If Trump pulls out of Iran deal, airplane, oil deals are at risk


Associated Press

DUBAI, United Arab Emirates

From airplanes to oilfields, billions of dollars are on the line for international corporations as President Donald Trump weighs whether to pull America out of Iran’s nuclear deal with world powers.

Regardless of where they are headquartered, virtually all multinational corporations do business or banking in the U.S., meaning any return to pre-deal sanctions could torpedo deals made after the 2015 agreement came into force.

That threat alone has been enough to scare risk-averse firms, such as Boeing Co., into slow-walking deals agreed to months ago. A complete pullout by the U.S. would wreak further havoc and likely frighten off those considering making the plunge.

“I absolutely think those on the fence will not jump in,” said Richard Nephew, a former sanctions expert at the U.S. State Department who worked on the nuclear deal. “The only ones who will, will be those who see tremendous monetary benefit and no U.S. risk.”

The 2015 Iran nuclear deal lifted crippling economic sanctions that had locked Iran out of international banking and the global oil trade. In return, Tehran limited its enrichment of uranium, reconfigured a heavy-water reactor so it couldn’t produce plutonium and reduced its uranium stockpile and supply of centrifuges.

For Western businesses, the deal meant access to Iran’s largely untapped market of 80 million people. Most prominently, airplane manufacturers rushed in to replace the country’s dangerously dilapidated civilian fleet.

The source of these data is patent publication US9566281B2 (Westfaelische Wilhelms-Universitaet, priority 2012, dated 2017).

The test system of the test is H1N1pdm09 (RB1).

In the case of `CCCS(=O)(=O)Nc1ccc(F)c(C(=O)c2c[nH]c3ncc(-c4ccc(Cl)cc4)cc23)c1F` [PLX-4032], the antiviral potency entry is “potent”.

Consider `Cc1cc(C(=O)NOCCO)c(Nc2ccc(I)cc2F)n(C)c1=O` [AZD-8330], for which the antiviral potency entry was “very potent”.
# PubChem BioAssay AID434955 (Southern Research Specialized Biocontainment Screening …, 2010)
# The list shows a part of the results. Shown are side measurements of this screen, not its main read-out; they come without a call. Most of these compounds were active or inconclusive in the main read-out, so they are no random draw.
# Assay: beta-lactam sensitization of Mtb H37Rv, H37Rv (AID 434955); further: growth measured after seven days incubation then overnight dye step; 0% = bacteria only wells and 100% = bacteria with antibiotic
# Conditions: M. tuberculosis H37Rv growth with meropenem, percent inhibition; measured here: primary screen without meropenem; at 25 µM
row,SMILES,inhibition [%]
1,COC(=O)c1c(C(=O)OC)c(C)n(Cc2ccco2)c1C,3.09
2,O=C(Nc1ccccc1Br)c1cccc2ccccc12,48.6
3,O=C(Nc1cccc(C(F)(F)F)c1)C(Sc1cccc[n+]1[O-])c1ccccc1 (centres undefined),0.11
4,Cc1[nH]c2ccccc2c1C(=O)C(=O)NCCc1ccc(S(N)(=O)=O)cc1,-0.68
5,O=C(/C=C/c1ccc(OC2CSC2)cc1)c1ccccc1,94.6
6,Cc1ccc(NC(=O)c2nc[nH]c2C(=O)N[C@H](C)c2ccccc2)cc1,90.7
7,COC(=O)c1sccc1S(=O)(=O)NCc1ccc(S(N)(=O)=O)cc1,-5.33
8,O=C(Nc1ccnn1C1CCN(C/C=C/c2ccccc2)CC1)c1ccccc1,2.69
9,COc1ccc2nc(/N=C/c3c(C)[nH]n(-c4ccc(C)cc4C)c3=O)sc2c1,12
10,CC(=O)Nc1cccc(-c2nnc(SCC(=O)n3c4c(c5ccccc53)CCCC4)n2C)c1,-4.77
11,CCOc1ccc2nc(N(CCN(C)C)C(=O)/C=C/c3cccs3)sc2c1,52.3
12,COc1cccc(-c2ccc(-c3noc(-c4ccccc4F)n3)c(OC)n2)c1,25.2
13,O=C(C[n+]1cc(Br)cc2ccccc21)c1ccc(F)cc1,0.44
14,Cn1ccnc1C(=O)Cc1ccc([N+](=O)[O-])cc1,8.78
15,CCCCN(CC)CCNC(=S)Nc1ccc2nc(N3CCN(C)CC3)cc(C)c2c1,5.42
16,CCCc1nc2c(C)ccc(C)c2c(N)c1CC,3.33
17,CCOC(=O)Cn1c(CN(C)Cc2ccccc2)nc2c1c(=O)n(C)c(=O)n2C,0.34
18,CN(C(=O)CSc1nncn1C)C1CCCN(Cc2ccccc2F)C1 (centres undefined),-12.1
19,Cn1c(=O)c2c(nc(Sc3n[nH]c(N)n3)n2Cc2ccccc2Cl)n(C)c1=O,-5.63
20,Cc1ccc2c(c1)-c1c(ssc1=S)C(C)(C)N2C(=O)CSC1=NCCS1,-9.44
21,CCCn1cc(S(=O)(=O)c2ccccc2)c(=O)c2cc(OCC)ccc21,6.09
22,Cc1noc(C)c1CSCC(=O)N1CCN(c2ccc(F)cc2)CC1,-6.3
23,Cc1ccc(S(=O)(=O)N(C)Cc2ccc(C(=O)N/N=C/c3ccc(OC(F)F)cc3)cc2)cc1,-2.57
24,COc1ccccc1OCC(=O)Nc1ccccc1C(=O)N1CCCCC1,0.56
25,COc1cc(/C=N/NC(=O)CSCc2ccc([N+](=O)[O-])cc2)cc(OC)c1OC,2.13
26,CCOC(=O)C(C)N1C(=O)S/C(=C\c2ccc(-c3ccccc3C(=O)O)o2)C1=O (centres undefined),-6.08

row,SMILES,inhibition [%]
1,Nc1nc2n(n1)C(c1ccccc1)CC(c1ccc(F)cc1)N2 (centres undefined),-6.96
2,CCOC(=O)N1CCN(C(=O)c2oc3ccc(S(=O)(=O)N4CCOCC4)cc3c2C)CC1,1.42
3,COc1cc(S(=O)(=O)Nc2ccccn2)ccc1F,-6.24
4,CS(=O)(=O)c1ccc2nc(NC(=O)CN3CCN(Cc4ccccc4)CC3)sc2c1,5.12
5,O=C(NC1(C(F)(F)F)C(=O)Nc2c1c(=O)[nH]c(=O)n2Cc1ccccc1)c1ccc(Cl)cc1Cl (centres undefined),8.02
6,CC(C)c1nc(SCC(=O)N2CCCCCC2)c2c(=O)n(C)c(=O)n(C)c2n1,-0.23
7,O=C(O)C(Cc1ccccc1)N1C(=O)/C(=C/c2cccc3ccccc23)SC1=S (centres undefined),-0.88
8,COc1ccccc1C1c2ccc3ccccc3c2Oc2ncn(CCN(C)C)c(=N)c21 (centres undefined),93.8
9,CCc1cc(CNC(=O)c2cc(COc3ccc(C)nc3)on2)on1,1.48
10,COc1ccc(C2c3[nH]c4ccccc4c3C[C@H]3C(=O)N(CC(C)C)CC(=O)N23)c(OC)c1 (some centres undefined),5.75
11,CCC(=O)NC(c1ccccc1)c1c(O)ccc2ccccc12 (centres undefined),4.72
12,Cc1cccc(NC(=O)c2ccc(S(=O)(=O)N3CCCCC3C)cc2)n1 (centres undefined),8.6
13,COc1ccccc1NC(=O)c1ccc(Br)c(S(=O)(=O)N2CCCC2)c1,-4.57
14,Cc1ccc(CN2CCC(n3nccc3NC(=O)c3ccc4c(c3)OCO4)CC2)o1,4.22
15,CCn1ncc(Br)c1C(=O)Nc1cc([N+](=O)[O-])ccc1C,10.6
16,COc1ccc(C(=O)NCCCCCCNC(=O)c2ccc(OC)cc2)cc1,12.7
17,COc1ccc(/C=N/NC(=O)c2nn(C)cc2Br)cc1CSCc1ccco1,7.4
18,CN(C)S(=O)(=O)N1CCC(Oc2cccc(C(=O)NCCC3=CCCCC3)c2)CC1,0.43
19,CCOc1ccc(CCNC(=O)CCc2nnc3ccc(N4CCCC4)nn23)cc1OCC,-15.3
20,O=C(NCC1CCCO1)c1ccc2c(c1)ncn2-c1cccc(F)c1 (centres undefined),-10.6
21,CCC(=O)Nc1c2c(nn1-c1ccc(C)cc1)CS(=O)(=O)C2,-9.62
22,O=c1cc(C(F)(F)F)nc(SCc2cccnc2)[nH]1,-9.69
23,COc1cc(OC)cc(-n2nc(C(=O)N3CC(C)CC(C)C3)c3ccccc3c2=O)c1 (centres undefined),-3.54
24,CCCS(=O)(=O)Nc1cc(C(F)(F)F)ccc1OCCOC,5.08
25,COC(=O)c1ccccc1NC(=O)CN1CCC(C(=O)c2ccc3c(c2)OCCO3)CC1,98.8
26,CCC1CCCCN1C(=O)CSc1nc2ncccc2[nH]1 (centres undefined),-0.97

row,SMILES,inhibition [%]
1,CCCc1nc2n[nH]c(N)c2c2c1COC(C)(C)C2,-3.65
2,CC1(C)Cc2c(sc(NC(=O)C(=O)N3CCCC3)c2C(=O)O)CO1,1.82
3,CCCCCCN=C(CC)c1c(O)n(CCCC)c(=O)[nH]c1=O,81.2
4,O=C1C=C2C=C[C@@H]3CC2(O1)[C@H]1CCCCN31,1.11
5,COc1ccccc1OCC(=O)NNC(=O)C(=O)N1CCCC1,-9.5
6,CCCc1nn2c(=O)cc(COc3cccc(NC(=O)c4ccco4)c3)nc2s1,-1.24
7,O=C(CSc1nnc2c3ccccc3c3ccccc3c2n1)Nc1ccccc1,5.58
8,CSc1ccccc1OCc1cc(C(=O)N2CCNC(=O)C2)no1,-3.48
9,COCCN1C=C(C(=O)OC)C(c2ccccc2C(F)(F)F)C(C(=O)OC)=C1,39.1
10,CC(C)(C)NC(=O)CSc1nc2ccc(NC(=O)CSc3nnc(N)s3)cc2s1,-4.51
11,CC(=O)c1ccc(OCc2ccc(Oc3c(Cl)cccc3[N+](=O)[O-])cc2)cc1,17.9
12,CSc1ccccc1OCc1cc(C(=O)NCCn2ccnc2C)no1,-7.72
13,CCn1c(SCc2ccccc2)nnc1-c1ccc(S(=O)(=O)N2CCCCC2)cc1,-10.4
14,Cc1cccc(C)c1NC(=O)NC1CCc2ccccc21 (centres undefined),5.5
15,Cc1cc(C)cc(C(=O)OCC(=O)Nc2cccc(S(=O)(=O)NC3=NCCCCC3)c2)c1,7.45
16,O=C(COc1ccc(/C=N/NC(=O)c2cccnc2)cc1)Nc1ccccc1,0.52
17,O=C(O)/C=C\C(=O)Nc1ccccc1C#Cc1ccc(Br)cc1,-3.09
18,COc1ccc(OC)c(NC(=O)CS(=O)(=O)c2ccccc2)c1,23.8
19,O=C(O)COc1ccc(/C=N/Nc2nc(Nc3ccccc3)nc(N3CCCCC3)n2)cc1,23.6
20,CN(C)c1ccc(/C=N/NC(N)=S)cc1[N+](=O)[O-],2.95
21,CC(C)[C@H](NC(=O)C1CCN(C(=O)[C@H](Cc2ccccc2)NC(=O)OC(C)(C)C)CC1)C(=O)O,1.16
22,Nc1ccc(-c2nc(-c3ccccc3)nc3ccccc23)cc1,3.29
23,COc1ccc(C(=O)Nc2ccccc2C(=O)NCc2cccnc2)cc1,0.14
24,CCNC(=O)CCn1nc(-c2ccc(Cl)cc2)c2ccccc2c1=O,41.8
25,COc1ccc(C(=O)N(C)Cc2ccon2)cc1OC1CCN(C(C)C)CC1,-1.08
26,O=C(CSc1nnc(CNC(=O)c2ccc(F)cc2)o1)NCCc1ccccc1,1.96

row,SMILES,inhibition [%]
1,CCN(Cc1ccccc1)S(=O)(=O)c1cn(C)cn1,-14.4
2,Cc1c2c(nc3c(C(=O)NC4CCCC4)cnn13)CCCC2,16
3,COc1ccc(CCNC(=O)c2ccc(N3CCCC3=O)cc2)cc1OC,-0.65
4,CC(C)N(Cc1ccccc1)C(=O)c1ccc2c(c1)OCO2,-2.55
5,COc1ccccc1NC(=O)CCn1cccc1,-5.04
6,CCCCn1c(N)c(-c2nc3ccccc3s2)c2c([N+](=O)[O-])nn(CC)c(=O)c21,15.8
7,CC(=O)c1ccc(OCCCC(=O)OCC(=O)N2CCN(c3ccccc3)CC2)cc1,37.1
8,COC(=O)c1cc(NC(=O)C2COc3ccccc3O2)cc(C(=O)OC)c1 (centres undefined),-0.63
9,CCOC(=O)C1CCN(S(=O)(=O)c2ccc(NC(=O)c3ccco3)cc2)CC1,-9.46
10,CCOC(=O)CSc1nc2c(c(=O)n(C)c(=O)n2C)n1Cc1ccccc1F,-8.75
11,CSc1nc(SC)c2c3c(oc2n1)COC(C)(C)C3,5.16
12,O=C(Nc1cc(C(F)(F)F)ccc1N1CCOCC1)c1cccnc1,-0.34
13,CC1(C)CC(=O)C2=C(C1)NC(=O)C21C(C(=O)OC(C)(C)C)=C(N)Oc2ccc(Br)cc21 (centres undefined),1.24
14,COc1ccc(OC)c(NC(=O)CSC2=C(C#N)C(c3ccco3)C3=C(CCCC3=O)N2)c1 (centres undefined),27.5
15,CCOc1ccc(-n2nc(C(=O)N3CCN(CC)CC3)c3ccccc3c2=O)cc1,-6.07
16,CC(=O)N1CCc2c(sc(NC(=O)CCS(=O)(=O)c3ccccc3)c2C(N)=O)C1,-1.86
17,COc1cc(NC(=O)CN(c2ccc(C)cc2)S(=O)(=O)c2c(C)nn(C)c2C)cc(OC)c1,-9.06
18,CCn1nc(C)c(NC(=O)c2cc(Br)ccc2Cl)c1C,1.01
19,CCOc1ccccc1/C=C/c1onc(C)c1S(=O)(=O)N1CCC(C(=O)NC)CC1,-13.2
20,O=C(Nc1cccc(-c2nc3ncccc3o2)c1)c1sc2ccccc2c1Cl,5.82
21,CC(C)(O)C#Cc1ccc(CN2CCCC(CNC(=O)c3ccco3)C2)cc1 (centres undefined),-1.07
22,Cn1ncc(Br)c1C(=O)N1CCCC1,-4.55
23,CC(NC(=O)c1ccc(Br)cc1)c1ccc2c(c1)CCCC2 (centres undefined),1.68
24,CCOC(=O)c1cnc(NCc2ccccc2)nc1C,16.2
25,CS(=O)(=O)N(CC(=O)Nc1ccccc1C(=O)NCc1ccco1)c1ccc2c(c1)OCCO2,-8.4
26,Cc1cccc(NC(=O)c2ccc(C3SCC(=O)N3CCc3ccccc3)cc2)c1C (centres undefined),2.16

In December 2016, Airbus Group signed a deal with Iran’s national carrier, IranAir, to sell it 100 airplanes for around $19 billion at list prices. Boeing later struck its own deal with IranAir for 80 aircraft with a list price of some $17 billion, promising that deliveries would begin in 2017 and run until 2025. Boeing separately struck another 30-airplane deal with Iran’s Aseman Airlines for $3 billion at list prices.

But Boeing has yet to deliver a single aircraft to Iran. The Chicago-based company’s CEO recently stressed it understands the “risks and implications around the Iranian aircraft deal,” which would be the biggest business agreement between an American company and Iran since the 1979 Islamic Revolution and U.S. Embassy takeover.

“We continue to follow the U.S. government’s lead here and everything is being done per that process,” Dennis Muilenburg said during a quarterly earnings conference call April 25. “We have no Iranian deliveries that are scheduled or part of the skyline this year, so those have been deferred again in line with the U.S. government process.”

European airplane manufacturer ATR struck a $536-million deal with IranAir for at least 20 aircraft last year. It’s already has delivered eight of its twin-engine turboprops to Tehran after earlier winning permission from the U.S. Treasury.

The speed at which Western airplane manufacturers went into Iran is contrasted by a slow start by Western energy firms despite the country’s vast oil and gas wealth. The exception is French oil giant Total SA, which in July signed a $5 billion, 20-year agreement with Iran and a Chinese oil company to develop the country’s massive South Pars offshore natural gas field. The natural gas pumped by the deal will go toward Iran’s domestic market.

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